The Lab: Preserving Underground Music in Northern Virginia

The Lab All Ages venue is a place where young people can enjoy music and meet people with similar interests.

By Shelby Robinson

The Magpie String Band at Fest Too June 2013. Photo Courtesy of Heather McPherson 

Right off of Interstate 395, nestled between churches and the Fairlington Park, lies a gem of a venue, among the last of a dying breed. Convergence Church’s The Lab All Ages venue is one of the few of the “all ages” underground music venues in Northern Virginia.

The Lab is part of an underground music movement called “DIY.” Do-It-Yourself music refers to the artist or group’s distance from mainstream production.

Alex Heinz, the Lab’s local bands coordinator, said the Lab offers a unique service to the young, musically-inclined in the area, “An underground music scene provides a venue for a lot of people with alternative interests to make friends and meet each other and share art with each other in a safe and friendly environment.”

The Lab All Ages gives young people the opportunity to help coordinate and run shows, control sound, or play their music in front of an audience.  Convergence’s Arts Initiative is intended to provide the Alexandria area with a place to share culture and the arts. The Lab is considered part of Convergence Church’s community outreach art’s initiative, but does not push Christian beliefs on concertgoers.

Heinz pointed out that although there are many venues in Northern Virginia, there are few that encourage the involvement and participation of newer people, allow kids under 18, and do not tolerate drinking, drug use or offensive behavior.

“All of the shows are all ages and are substance free, which is part of being a ‘safe space,’ and having a dry space ensures that people are gathering and meeting to hear music rather than for other reasons,” he said. “Music is really important to teenagers, so it’s really good to have spaces that are safe for teens and trusted by parents.”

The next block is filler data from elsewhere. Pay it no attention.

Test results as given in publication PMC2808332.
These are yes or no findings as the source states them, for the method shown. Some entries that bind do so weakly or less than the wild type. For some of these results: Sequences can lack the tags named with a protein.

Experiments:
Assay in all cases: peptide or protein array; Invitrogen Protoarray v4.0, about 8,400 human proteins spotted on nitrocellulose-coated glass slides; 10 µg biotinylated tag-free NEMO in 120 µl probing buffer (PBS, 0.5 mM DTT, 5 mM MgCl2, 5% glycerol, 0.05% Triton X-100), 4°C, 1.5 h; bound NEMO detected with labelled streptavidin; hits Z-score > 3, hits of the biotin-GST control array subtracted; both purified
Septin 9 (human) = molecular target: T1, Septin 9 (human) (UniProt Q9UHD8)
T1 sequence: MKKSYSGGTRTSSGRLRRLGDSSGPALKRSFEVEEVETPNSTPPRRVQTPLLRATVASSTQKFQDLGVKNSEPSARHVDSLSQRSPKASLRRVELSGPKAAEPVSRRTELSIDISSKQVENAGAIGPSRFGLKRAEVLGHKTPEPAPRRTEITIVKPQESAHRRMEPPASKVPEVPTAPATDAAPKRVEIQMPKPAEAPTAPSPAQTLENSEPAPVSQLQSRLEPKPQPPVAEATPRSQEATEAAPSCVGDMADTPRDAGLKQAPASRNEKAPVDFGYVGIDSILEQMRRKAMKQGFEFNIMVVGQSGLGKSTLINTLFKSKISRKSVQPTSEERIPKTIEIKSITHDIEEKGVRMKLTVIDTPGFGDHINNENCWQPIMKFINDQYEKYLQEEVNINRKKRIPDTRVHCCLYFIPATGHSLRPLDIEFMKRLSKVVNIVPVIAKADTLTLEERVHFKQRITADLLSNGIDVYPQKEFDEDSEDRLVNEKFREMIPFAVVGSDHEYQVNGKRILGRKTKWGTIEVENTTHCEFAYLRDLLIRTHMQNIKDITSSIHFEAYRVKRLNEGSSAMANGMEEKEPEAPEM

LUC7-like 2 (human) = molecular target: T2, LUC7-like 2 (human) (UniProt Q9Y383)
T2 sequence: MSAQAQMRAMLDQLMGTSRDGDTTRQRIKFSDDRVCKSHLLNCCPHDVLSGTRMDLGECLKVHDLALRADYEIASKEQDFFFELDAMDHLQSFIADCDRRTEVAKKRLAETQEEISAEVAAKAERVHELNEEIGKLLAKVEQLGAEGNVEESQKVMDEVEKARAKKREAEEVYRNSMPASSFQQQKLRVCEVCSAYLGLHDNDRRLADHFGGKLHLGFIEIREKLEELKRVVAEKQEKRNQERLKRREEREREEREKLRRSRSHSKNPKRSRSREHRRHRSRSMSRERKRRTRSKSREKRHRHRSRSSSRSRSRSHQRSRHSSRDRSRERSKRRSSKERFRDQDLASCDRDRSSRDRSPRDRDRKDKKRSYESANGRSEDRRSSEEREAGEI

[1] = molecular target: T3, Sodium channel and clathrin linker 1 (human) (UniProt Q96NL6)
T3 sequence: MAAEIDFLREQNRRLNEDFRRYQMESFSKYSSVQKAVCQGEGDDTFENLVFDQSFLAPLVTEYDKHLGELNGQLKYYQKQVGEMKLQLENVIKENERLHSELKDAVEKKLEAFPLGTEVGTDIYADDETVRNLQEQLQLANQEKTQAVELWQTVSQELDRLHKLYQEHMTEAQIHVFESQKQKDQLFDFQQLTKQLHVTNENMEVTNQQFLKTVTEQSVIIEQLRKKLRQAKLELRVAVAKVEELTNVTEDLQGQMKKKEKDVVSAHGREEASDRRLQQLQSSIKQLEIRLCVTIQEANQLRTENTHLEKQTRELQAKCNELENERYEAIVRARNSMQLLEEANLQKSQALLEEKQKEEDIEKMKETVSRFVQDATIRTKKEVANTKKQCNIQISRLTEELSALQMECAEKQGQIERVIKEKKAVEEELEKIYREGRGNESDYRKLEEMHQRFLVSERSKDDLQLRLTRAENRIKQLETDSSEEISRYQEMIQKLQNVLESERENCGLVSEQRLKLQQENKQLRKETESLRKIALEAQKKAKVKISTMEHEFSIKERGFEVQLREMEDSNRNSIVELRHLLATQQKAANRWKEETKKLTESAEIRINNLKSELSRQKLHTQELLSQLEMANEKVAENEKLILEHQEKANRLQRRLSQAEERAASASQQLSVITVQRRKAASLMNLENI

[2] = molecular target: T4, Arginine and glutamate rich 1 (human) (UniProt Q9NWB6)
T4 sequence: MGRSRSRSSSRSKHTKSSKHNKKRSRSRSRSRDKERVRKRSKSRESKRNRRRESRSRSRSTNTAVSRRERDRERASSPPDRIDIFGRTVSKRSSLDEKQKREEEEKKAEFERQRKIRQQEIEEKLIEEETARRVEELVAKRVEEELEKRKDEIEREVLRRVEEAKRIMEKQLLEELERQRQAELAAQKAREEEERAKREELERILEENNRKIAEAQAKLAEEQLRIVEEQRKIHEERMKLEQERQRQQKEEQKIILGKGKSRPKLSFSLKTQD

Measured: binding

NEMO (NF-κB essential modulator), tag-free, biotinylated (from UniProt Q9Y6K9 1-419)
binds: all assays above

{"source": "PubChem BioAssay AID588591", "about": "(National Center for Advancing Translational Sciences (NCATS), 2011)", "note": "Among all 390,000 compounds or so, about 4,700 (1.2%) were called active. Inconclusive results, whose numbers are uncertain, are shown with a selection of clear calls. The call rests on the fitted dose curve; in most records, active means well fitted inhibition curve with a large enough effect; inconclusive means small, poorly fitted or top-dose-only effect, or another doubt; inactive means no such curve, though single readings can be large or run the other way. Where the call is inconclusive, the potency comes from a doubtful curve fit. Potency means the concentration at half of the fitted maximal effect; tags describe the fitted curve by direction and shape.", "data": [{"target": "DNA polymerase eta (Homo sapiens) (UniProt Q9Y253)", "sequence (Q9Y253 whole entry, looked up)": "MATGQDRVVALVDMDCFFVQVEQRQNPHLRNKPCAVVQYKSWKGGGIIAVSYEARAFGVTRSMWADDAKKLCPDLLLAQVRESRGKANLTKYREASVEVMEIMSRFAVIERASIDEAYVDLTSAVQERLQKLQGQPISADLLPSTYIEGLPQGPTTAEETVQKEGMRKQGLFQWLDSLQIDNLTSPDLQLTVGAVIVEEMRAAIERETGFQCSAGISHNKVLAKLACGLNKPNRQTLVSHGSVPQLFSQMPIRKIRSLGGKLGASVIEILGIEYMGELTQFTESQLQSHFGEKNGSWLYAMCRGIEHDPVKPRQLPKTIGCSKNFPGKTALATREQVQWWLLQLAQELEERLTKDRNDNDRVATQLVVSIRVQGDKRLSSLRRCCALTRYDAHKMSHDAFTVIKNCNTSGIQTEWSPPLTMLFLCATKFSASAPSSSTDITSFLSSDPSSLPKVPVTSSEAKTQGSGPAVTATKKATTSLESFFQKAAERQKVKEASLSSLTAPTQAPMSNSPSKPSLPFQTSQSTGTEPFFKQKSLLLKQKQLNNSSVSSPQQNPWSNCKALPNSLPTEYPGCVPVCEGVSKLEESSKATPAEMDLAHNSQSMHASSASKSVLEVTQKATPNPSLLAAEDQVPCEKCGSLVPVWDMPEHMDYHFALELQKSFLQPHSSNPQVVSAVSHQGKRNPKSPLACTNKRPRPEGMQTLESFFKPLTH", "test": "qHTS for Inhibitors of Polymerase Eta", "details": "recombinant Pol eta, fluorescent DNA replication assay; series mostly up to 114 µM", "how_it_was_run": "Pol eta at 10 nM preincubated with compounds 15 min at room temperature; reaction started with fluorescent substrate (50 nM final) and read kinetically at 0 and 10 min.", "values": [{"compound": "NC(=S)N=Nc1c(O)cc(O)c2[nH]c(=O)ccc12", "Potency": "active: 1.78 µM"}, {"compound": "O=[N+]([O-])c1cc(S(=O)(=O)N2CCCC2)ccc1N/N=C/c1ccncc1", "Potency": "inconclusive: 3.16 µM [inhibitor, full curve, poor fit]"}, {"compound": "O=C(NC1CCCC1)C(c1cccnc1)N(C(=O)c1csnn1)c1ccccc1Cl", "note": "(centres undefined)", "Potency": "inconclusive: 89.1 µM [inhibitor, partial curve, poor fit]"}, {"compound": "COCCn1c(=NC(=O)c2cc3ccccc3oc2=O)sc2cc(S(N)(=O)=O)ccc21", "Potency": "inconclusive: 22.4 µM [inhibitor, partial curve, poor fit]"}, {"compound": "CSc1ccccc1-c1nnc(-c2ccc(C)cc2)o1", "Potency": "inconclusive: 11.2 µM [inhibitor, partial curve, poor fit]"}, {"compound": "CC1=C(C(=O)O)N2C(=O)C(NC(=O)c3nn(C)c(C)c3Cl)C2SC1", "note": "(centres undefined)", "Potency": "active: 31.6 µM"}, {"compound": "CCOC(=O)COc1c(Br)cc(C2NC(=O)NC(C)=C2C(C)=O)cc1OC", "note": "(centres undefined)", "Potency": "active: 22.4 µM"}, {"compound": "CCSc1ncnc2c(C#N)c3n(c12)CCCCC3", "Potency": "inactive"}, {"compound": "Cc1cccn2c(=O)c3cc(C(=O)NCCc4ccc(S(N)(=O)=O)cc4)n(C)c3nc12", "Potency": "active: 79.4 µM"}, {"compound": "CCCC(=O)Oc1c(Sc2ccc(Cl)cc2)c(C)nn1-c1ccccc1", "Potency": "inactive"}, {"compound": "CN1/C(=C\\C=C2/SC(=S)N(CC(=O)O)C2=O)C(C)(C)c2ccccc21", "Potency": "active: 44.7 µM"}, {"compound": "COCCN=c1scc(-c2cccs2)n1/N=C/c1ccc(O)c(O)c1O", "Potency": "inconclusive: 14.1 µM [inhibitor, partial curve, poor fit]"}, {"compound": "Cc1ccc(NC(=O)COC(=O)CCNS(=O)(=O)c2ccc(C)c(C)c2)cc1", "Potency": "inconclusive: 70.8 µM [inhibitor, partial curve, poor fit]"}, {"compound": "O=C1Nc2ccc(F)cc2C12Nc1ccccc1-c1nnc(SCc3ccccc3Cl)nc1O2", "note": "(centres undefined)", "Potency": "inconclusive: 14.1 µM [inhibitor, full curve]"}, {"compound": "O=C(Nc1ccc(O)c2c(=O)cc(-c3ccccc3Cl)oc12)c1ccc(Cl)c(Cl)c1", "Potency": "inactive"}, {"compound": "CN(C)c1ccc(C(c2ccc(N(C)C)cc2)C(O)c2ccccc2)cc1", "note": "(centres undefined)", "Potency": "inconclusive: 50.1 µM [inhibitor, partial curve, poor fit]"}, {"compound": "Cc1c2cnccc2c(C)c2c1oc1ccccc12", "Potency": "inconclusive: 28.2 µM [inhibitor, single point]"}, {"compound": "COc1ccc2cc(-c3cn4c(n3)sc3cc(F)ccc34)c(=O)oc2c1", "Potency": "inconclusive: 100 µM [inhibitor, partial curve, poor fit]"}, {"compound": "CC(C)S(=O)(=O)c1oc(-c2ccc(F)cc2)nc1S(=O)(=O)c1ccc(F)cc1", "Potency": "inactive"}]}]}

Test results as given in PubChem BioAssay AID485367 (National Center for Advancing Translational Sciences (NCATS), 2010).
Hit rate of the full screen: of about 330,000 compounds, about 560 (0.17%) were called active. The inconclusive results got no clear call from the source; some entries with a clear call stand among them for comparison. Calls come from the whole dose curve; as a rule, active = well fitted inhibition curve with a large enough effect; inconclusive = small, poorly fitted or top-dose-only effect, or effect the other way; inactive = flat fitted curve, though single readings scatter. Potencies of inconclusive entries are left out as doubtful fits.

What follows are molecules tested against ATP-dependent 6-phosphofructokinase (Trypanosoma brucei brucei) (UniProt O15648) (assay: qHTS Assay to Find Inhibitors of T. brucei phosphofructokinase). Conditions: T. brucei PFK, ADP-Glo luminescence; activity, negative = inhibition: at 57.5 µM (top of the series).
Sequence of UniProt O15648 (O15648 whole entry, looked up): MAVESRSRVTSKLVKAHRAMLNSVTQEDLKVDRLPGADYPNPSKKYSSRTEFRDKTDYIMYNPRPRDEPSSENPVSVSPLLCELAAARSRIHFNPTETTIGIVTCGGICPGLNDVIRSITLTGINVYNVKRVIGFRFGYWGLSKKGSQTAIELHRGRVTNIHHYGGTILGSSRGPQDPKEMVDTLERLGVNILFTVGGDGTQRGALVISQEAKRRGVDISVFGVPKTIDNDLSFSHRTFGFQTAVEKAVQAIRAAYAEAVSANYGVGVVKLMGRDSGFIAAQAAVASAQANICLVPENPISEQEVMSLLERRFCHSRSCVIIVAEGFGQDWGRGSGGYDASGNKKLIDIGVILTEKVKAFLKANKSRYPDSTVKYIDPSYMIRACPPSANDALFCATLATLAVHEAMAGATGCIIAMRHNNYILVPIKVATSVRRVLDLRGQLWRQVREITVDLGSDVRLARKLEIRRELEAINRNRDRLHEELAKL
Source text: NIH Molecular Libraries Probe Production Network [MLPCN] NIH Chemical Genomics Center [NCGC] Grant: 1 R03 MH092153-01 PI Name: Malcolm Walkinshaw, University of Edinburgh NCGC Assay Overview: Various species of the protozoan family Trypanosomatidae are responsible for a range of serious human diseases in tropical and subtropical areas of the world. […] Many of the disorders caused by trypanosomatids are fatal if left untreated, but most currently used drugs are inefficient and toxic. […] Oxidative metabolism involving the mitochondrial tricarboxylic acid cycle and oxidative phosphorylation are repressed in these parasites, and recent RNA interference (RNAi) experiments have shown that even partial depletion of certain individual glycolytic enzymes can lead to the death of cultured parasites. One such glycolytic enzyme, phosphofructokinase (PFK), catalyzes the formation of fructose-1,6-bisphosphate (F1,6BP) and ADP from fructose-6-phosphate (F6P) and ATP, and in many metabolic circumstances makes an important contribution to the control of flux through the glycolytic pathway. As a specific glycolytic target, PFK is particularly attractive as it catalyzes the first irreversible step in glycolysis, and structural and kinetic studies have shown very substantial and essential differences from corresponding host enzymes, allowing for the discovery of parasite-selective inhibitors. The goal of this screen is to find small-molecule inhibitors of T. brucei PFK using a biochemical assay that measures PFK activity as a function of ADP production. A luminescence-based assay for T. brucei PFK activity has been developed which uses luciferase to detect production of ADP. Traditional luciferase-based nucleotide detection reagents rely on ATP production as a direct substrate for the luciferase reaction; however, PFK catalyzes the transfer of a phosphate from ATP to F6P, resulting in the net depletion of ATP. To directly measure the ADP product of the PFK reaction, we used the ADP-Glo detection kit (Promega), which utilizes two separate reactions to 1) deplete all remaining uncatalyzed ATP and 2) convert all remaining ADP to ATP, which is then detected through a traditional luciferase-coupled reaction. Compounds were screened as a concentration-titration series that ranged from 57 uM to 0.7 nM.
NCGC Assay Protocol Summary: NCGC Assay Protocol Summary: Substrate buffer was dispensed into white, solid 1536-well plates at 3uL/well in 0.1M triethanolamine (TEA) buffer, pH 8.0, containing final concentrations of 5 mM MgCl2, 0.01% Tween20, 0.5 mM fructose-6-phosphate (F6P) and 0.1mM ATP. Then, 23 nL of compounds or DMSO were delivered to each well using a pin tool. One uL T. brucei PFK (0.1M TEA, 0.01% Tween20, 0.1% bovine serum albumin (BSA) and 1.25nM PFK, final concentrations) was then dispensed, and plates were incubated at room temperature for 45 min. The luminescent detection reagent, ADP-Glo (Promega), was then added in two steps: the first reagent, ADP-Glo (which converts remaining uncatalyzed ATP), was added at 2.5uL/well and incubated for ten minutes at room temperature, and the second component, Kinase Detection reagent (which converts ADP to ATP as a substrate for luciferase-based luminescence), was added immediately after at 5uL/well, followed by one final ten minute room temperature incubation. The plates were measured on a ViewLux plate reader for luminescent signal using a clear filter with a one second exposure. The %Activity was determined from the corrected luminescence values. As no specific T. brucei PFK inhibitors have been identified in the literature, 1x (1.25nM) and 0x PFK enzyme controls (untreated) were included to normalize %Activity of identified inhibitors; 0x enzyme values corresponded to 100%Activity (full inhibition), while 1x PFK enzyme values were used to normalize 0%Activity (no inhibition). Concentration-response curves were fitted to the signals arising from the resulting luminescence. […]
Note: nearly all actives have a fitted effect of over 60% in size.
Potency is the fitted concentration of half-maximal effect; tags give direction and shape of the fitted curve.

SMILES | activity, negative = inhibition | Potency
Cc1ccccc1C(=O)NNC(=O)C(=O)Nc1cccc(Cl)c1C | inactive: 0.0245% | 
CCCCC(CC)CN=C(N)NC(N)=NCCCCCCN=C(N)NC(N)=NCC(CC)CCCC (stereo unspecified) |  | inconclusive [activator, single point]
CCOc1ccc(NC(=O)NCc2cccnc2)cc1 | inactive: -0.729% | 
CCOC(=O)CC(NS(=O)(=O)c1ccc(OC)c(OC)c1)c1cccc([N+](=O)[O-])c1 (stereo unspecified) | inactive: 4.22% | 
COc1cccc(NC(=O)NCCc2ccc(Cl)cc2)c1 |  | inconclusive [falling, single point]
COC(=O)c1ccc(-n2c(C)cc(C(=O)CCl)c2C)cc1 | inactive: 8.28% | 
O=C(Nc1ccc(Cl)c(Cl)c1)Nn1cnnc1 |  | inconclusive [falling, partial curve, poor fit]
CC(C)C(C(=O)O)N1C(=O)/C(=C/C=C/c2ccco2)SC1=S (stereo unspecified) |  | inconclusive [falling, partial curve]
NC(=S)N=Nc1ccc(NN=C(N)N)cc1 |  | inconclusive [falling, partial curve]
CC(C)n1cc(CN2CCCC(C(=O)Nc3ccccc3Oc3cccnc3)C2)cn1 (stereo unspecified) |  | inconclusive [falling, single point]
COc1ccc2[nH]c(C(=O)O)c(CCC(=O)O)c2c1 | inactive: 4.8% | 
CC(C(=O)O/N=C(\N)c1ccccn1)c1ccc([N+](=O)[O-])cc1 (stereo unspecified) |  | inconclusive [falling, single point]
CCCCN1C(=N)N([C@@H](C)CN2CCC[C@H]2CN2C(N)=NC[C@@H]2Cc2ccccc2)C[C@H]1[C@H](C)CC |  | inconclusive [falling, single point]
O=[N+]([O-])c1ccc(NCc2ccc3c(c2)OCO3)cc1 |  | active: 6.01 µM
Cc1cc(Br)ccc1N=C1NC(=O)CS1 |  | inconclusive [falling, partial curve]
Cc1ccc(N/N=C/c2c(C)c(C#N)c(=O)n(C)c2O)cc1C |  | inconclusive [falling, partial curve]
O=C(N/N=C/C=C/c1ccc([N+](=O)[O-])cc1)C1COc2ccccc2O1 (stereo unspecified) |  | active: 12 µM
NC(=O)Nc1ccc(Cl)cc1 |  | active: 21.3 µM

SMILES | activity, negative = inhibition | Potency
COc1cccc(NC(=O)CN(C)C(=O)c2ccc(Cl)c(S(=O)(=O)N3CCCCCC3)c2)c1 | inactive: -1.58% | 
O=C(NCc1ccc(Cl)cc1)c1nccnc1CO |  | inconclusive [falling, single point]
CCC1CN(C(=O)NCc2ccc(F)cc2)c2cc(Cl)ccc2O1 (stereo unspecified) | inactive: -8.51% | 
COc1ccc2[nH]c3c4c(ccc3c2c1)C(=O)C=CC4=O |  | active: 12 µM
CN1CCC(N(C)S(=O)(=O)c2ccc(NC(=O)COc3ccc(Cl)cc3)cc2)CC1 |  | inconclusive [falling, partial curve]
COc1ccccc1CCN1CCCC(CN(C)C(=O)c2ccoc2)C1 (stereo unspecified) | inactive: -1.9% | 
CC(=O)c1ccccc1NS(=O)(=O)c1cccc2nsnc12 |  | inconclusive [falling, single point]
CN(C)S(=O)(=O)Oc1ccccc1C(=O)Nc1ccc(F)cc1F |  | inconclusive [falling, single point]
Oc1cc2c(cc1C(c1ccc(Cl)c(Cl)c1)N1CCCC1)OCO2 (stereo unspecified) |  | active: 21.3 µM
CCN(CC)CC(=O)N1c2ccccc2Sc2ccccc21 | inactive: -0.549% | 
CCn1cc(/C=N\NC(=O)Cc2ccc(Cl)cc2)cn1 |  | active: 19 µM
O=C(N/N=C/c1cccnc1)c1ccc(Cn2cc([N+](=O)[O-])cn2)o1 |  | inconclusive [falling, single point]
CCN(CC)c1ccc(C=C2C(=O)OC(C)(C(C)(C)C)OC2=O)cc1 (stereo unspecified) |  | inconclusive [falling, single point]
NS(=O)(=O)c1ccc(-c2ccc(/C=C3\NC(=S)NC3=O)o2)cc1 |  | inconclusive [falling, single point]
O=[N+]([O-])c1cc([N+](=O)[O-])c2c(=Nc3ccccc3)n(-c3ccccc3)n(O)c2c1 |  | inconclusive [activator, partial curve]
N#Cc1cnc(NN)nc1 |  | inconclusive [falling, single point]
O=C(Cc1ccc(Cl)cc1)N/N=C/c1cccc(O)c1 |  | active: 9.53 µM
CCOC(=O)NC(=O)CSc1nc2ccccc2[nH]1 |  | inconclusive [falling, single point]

Heinz said although he likes some popular music, he loves having the opportunity to work at the Lab because, “I like to know about the people and bands that are making music and art in my own backyard.” He said that the Lab offers a unique experience, which he refers to as “art for art’s sake.”

Because the Lab is run entirely by volunteers, almost all of the money generated by shows can go to the bands. The only money kept by the Lab is the bare minimum needed to pay the bills.

Heinz mentions that contrary to what some artists and musicians might think, “DIY isn’t an excuse for a lack of professionalism. We work really hard and run good shows.”

The Lab has shows every weekend and also seeks to connect concertgoers and volunteers with other DIY venues. The Lab’s biggest event is their annual Fest Too, which is a three-day DIY festival with tons of local bands and workshops, which takes place in Alexandria, June 26-28. On March 28 there will be a benefit show for Fest Too, everyone who wants to learn more about the Northern Virginia DIY scene or get involved is welcome. 

The Harrison Four at The Lab All Ages. Photo Courtesy of Heather McPherson 

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